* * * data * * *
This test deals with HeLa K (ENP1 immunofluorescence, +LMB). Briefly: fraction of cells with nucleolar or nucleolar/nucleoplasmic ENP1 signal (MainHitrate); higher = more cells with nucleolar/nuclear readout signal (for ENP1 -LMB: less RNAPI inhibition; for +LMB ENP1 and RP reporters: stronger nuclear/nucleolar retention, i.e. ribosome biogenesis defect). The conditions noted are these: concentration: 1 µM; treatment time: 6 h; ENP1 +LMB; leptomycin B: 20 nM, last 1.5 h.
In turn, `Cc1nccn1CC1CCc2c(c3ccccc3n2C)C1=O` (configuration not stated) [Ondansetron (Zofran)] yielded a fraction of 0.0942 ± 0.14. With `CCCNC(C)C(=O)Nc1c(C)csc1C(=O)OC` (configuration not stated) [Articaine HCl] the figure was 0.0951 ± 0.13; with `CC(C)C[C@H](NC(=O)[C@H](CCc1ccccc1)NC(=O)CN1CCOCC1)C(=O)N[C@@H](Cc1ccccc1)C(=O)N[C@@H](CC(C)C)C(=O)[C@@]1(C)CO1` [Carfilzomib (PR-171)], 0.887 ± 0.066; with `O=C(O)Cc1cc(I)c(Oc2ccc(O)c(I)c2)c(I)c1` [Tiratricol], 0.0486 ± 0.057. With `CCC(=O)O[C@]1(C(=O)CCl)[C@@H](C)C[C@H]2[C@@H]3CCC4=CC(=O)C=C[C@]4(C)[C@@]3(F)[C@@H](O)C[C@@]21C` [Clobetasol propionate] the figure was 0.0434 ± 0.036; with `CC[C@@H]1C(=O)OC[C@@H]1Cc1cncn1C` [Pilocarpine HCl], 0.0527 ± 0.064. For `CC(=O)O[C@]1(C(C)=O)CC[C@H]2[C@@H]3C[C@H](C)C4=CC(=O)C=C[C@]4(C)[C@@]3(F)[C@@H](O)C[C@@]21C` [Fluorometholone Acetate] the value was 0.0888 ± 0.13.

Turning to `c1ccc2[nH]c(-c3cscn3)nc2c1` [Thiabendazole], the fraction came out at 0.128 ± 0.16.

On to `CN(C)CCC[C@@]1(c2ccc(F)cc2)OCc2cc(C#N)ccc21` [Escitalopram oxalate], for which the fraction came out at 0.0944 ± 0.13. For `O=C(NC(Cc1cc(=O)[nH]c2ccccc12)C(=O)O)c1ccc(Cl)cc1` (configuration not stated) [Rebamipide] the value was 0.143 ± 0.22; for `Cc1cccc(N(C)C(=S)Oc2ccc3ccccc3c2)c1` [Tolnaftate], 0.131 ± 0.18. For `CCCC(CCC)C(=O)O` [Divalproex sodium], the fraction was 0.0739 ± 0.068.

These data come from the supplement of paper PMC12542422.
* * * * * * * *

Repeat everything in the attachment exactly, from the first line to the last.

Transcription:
This test deals with HeLa K (ENP1 immunofluorescence, +LMB). Briefly: fraction of cells with nucleolar or nucleolar/nucleoplasmic ENP1 signal (MainHitrate); higher = more cells with nucleolar/nuclear readout signal (for ENP1 -LMB: less RNAPI inhibition; for +LMB ENP1 and RP reporters: stronger nuclear/nucleolar retention, i.e. ribosome biogenesis defect). The conditions noted are these: concentration: 1 µM; treatment time: 6 h; ENP1 +LMB; leptomycin B: 20 nM, last 1.5 h.
In turn, `Cc1nccn1CC1CCc2c(c3ccccc3n2C)C1=O` (configuration not stated) [Ondansetron (Zofran)] yielded a fraction of 0.0942 ± 0.14. With `CCCNC(C)C(=O)Nc1c(C)csc1C(=O)OC` (configuration not stated) [Articaine HCl] the figure was 0.0951 ± 0.13; with `CC(C)C[C@H](NC(=O)[C@H](CCc1ccccc1)NC(=O)CN1CCOCC1)C(=O)N[C@@H](Cc1ccccc1)C(=O)N[C@@H](CC(C)C)C(=O)[C@@]1(C)CO1` [Carfilzomib (PR-171)], 0.887 ± 0.066; with `O=C(O)Cc1cc(I)c(Oc2ccc(O)c(I)c2)c(I)c1` [Tiratricol], 0.0486 ± 0.057. With `CCC(=O)O[C@]1(C(=O)CCl)[C@@H](C)C[C@H]2[C@@H]3CCC4=CC(=O)C=C[C@]4(C)[C@@]3(F)[C@@H](O)C[C@@]21C` [Clobetasol propionate] the figure was 0.0434 ± 0.036; with `CC[C@@H]1C(=O)OC[C@@H]1Cc1cncn1C` [Pilocarpine HCl], 0.0527 ± 0.064. For `CC(=O)O[C@]1(C(C)=O)CC[C@H]2[C@@H]3C[C@H](C)C4=CC(=O)C=C[C@]4(C)[C@@]3(F)[C@@H](O)C[C@@]21C` [Fluorometholone Acetate] the value was 0.0888 ± 0.13.

Turning to `c1ccc2[nH]c(-c3cscn3)nc2c1` [Thiabendazole], the fraction came out at 0.128 ± 0.16.

On to `CN(C)CCC[C@@]1(c2ccc(F)cc2)OCc2cc(C#N)ccc21` [Escitalopram oxalate], for which the fraction came out at 0.0944 ± 0.13. For `O=C(NC(Cc1cc(=O)[nH]c2ccccc12)C(=O)O)c1ccc(Cl)cc1` (configuration not stated) [Rebamipide] the value was 0.143 ± 0.22; for `Cc1cccc(N(C)C(=S)Oc2ccc3ccccc3c2)c1` [Tolnaftate], 0.131 ± 0.18. For `CCCC(CCC)C(=O)O` [Divalproex sodium], the fraction was 0.0739 ± 0.068.

These data come from the supplement of paper PMC12542422.